Homebuyer Mistakes To Avoid

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Homebuyers sometimes make mistakes while they’re still in the process of buying their first, or next home. One of the common mistakes is rushing out to buy new things for their home soon after the seller accepts their offer and the loan is approved. Keep in mind that until your keys are in hand, your lender is watching your finances very closely. Here are some things to refrain from before closing to assure your transaction goes smoothly.

While Buying A Home, Don't Buy Expensive Items 

Homebuyers get excited about their new home and can’t wait to move in! And who wouldn’t be? For months now, you’ve had ideas about how to turn your new home into a showplace worthy of HGTV. However, don’t make any major purchases like new appliances, electronics, or furniture before everything is complete with your home loan.

Purchasing big-ticket items can raise red flags with your lender. Credit card purchases or items, which you finance can show up on your credit report. This rule goes for things outside the home as well. Please do not decide to buy a new car while closing on your home purchase. Even using cash to buy big items while you’re buying a home can sometimes be an issue. Most lenders will take into consideration the amount of cash you have on hand when approving your mortgage loan.

While Buying A Home, Don't Start Job Hunting. 

While you’re in the process of buying your home, your job history needs to show stability. Finding a new career (particularly one with a bump in salary) may not hinder your ability to qualify for your mortgage. However, switching jobs during the home loan process might have a negative influence your approval.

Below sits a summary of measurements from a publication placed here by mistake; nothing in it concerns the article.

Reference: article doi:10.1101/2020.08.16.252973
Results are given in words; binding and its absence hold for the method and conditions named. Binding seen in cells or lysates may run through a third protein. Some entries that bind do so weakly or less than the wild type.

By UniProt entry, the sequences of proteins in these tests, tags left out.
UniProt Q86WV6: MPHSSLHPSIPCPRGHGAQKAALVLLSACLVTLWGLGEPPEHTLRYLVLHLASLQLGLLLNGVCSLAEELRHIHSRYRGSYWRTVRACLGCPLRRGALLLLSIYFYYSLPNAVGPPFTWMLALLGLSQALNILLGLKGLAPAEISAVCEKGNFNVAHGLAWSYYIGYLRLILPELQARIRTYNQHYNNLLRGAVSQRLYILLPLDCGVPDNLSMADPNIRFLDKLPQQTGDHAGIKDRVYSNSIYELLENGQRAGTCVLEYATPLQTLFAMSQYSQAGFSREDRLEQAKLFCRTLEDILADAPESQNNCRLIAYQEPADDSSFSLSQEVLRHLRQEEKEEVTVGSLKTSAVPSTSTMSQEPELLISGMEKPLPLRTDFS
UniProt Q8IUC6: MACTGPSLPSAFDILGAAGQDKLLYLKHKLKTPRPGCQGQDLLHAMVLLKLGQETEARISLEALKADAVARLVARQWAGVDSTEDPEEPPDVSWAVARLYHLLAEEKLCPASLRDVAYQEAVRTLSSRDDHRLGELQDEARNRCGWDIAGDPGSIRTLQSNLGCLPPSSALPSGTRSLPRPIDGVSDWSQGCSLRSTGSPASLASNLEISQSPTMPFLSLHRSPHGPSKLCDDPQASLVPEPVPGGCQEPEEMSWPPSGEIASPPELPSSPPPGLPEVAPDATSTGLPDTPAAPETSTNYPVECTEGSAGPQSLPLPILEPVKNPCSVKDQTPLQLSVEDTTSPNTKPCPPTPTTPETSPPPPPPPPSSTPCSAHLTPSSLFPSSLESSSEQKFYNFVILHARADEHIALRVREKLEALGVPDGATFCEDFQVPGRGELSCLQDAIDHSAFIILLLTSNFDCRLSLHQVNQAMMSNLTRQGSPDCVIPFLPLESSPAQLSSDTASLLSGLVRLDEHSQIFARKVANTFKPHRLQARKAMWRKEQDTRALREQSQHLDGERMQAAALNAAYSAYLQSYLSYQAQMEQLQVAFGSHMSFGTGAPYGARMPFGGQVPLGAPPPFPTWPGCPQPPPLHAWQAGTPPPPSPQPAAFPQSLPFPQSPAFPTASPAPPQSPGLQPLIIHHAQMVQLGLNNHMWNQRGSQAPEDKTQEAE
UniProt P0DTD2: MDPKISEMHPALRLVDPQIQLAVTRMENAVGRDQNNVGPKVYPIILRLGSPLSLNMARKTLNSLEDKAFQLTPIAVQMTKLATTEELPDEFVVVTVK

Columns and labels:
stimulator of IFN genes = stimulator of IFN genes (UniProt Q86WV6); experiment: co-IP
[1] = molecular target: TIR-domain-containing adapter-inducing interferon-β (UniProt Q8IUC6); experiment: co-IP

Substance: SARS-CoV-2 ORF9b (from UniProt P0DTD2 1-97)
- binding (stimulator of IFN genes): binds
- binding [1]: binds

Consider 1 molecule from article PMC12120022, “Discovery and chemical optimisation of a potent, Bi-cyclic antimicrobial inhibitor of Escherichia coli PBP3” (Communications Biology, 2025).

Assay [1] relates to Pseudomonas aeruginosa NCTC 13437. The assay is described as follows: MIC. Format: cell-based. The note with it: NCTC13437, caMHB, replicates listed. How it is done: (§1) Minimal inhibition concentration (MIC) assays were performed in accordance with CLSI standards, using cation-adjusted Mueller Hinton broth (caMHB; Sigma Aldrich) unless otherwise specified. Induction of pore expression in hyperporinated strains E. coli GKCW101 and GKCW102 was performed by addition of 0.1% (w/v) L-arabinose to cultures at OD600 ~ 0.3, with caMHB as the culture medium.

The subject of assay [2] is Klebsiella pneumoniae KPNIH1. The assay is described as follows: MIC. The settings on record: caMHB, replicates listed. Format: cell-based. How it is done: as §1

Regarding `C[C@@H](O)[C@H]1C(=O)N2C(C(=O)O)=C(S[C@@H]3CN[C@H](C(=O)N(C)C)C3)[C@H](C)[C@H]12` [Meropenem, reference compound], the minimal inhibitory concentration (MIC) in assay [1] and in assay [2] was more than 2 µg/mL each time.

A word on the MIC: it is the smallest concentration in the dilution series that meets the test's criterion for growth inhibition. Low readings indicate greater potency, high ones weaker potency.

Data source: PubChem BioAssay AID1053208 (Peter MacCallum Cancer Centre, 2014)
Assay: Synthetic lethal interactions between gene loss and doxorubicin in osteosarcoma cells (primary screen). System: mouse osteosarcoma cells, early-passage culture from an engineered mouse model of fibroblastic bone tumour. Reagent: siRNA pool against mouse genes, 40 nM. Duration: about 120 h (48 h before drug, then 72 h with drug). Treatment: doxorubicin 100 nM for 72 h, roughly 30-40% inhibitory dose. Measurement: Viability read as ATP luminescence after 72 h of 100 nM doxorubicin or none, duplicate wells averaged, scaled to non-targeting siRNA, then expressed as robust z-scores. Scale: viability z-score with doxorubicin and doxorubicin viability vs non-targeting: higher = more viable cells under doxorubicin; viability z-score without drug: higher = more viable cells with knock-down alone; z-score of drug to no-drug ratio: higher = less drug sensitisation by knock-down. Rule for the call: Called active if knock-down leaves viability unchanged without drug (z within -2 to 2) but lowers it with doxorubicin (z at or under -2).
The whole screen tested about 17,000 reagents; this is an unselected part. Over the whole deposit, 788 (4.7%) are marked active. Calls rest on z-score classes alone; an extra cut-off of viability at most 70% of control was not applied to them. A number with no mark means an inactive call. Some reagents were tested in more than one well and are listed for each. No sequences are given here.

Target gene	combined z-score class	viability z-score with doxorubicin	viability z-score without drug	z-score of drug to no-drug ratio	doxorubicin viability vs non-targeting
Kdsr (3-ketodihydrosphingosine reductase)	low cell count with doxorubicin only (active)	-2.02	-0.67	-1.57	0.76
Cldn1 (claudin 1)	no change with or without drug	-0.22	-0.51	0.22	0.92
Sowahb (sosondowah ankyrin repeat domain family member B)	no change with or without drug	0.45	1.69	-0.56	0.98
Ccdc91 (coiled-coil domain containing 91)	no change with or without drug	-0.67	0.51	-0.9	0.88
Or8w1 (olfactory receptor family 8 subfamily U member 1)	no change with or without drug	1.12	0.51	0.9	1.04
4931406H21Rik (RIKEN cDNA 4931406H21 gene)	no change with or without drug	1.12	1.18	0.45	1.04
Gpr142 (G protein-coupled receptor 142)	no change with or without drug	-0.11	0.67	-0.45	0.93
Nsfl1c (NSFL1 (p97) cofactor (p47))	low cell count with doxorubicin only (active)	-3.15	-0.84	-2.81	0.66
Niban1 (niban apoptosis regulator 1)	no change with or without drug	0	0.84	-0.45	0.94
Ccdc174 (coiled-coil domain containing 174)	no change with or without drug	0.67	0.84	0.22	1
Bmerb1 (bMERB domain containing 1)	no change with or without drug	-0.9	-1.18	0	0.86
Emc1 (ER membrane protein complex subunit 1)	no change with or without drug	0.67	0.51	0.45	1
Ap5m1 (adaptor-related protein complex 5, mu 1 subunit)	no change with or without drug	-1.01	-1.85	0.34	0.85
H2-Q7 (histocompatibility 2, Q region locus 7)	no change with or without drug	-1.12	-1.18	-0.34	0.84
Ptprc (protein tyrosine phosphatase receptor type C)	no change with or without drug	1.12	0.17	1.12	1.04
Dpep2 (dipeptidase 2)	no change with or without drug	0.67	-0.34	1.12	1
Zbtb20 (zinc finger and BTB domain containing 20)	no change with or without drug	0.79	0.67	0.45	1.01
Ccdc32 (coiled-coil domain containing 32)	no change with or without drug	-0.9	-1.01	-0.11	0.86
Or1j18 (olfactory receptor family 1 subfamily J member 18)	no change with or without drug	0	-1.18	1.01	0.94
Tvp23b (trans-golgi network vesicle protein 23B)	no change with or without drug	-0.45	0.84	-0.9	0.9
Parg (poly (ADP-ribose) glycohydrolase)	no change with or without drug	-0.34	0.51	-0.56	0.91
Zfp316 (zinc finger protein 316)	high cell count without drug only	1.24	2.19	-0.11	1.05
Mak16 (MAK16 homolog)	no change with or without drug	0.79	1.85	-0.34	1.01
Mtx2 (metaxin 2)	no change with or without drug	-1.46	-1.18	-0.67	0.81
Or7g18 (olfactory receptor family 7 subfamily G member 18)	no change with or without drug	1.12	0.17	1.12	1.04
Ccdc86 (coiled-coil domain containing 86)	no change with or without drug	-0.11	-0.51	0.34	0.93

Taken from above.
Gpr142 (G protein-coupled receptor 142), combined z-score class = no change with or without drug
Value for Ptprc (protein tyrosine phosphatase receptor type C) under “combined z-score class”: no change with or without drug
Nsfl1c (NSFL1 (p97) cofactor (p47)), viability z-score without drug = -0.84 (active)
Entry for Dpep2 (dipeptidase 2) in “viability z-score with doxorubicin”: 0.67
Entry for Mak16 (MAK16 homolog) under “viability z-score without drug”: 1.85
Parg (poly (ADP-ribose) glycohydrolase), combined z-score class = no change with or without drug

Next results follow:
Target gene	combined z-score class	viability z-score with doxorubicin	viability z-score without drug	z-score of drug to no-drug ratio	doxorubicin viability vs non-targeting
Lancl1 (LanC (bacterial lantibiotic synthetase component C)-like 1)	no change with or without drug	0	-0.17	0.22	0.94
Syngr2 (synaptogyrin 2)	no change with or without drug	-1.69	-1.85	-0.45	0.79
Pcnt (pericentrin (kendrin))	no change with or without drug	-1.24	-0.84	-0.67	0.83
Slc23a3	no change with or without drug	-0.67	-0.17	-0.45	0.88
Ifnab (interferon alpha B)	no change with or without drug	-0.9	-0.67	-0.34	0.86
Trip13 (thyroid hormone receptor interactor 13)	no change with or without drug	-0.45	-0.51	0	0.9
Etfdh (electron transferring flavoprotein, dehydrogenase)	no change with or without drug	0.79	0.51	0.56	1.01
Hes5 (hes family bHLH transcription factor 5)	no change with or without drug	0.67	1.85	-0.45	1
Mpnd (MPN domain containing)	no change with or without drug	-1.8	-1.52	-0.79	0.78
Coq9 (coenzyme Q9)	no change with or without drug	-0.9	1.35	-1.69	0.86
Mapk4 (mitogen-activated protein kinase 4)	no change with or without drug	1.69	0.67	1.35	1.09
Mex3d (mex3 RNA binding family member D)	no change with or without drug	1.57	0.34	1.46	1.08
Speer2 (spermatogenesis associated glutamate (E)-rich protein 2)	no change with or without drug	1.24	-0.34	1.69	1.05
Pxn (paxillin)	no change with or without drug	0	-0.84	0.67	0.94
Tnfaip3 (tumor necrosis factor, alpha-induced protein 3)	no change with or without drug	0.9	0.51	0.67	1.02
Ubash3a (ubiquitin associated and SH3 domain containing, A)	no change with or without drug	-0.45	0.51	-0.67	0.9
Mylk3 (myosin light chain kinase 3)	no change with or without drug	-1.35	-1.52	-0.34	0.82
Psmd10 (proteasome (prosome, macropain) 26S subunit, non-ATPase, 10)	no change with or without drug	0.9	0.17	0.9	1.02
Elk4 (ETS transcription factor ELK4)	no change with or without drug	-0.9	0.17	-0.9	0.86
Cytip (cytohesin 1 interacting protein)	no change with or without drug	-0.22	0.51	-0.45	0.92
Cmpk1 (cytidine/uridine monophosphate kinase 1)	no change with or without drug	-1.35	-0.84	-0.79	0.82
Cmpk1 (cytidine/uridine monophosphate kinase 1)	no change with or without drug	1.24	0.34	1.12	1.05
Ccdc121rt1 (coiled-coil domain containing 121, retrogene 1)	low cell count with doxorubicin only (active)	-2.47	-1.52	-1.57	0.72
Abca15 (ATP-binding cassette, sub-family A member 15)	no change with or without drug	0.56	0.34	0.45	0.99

While Buying A Home, Don't Change Banks Or Move Money Around. 

Your home lender will instruct the submission of recent bank statements for accounts in your name. This includes your checking, savings, money market, and other liquid assets. Because of potential fraud concerns,  lenders require a clear and consistent picture of your income and where additional wealth comes from. Even for innocent reasons, transferring finances or changing banks could make it harder for your lending institution to document your account history.

Don't Give Funds Directly To Seller (generally in cases of "for sale by owner") For "Good Faith" Deposit. 

Your good faith deposit does not belong to the seller: it’s actually still yours until the home sale closes. Although your seller may not know this, your earnest money should go toward the buyer's closing expenses. You'll want to put the funds into a trust account, or get an attorney to hold them until the deal closes. The disposition of earnest funds, in the case of a failed transaction, should be written in the purchase agreement with the seller.


At Sublime Financial, LLC, we answer questions about this process every day. Give us a call at 214-396-3650.

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